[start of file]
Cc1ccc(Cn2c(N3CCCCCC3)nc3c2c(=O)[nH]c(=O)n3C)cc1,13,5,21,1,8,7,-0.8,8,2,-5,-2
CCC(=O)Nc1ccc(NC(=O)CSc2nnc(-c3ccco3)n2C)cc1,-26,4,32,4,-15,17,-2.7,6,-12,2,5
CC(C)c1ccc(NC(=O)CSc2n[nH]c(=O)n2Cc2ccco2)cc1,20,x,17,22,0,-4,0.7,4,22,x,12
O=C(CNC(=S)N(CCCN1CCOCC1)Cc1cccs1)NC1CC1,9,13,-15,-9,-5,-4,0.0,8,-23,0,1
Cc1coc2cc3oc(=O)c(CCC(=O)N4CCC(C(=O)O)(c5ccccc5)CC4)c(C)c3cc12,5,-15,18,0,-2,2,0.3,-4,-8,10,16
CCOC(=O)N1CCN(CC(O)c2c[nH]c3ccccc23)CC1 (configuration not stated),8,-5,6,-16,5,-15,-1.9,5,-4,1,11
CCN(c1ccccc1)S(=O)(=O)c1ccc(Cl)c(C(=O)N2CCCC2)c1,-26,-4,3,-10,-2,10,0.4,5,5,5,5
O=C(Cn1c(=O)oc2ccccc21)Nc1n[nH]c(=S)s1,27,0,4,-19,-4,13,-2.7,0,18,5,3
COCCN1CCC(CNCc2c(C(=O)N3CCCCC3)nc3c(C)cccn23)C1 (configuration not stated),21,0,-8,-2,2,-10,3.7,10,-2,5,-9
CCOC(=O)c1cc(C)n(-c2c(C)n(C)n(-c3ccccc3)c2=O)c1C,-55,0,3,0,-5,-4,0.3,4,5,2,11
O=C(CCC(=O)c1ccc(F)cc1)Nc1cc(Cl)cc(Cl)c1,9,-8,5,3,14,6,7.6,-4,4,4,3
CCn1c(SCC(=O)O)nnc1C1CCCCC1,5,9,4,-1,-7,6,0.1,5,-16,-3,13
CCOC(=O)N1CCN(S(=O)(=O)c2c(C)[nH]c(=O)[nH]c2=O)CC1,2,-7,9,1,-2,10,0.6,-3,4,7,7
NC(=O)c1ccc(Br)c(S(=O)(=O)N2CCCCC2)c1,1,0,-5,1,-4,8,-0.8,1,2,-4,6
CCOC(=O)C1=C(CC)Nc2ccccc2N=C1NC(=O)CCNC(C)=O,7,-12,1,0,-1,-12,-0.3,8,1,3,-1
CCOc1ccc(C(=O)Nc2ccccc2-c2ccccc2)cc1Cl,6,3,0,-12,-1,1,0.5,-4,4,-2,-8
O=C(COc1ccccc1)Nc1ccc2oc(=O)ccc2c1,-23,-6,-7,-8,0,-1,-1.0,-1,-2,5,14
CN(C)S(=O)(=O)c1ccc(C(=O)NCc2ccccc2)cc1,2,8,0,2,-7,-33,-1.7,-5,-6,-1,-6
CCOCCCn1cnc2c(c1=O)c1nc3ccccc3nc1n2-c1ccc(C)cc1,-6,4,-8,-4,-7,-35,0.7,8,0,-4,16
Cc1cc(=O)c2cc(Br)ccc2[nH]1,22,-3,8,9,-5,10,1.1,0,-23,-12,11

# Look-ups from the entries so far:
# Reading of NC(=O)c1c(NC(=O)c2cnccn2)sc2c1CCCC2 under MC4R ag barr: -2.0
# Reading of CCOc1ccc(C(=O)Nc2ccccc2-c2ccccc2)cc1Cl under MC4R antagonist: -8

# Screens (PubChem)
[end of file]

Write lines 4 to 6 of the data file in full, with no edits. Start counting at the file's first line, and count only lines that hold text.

O=C(CNC(=S)N(CCCN1CCOCC1)Cc1cccs1)NC1CC1,9,13,-15,-9,-5,-4,0.0,8,-23,0,1
Cc1coc2cc3oc(=O)c(CCC(=O)N4CCC(C(=O)O)(c5ccccc5)CC4)c(C)c3cc12,5,-15,18,0,-2,2,0.3,-4,-8,10,16
CCOC(=O)N1CCN(CC(O)c2c[nH]c3ccccc23)CC1 (configuration not stated),8,-5,6,-16,5,-15,-1.9,5,-4,1,11